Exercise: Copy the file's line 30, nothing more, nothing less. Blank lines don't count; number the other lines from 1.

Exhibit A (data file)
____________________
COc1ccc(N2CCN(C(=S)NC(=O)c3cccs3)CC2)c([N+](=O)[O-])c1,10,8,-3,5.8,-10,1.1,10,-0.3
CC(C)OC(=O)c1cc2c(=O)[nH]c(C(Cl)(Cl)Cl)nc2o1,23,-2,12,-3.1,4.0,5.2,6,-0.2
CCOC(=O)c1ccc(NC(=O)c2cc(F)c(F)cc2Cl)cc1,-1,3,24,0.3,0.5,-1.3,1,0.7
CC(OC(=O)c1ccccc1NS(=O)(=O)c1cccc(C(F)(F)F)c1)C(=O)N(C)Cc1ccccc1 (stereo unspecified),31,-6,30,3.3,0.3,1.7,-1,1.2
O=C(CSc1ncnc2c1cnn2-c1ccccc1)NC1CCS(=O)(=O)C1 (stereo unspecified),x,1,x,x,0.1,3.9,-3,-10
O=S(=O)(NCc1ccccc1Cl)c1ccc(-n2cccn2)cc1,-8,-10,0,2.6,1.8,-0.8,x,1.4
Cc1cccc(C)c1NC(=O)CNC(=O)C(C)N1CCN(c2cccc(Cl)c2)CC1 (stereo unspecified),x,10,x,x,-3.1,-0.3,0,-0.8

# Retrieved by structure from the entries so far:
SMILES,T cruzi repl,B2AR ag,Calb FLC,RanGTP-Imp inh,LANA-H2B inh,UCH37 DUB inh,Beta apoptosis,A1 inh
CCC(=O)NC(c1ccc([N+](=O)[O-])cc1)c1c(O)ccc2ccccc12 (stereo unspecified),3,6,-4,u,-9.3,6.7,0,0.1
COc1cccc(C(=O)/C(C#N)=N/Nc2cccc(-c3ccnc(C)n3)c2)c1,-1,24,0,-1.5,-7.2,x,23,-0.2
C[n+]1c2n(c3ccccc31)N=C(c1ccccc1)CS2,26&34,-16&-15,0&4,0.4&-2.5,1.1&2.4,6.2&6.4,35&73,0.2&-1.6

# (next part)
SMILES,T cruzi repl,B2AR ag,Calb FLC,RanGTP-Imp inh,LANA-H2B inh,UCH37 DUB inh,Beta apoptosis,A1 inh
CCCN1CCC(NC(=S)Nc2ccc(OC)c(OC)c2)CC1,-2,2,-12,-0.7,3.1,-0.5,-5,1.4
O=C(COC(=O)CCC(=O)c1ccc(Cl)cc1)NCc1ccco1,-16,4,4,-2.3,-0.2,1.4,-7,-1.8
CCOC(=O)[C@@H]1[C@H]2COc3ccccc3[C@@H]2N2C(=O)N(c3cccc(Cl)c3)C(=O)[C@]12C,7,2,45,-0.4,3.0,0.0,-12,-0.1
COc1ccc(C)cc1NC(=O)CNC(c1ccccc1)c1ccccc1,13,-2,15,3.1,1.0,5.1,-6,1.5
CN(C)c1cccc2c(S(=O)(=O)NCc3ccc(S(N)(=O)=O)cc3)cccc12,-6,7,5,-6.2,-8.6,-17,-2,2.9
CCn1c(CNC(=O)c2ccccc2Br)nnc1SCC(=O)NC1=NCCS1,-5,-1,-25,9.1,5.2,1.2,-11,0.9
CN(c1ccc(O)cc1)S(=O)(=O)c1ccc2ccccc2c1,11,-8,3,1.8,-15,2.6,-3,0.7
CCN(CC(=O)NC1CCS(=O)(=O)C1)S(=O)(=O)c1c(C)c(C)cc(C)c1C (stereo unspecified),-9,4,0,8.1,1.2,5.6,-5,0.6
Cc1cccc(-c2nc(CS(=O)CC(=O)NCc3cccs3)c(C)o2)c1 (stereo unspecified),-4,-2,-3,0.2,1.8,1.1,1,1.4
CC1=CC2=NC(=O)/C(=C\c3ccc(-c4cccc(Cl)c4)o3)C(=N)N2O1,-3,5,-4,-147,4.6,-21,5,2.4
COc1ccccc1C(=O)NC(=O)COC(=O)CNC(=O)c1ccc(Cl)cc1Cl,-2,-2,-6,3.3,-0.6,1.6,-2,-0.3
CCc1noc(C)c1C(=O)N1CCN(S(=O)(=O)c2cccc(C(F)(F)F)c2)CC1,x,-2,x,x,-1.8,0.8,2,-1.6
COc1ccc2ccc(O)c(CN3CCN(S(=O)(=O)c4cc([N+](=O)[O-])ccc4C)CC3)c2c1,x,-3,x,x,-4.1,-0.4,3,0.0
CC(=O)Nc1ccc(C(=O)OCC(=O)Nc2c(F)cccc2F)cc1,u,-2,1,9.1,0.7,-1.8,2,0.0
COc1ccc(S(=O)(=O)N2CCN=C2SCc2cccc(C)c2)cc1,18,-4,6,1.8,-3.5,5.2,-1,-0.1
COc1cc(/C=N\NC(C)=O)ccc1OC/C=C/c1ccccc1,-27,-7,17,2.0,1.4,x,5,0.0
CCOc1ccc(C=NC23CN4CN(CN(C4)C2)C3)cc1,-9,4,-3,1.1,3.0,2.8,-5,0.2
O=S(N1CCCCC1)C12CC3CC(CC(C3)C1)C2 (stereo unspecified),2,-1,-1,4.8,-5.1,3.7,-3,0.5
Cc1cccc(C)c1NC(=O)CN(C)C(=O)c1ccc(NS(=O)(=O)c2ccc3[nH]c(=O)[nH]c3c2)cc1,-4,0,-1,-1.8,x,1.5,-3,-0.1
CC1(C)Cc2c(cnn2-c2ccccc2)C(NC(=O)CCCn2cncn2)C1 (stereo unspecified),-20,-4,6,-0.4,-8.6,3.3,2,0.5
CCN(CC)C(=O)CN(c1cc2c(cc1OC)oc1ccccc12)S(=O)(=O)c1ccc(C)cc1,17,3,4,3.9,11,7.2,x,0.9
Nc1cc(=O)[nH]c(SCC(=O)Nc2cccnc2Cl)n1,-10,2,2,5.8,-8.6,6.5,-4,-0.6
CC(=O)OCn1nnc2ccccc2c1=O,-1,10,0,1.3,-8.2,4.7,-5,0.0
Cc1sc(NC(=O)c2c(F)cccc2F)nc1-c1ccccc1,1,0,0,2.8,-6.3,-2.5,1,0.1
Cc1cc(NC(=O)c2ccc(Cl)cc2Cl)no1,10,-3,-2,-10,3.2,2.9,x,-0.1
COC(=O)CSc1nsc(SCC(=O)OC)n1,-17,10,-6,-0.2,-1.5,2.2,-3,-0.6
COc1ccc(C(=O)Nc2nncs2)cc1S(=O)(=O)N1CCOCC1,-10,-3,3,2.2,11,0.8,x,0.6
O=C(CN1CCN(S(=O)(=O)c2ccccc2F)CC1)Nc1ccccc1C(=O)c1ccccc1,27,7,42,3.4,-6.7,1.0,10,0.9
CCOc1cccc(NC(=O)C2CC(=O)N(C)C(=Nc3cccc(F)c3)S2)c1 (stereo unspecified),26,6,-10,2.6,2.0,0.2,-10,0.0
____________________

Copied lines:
COc1cc(/C=N\NC(C)=O)ccc1OC/C=C/c1ccccc1,-27,-7,17,2.0,1.4,x,5,0.0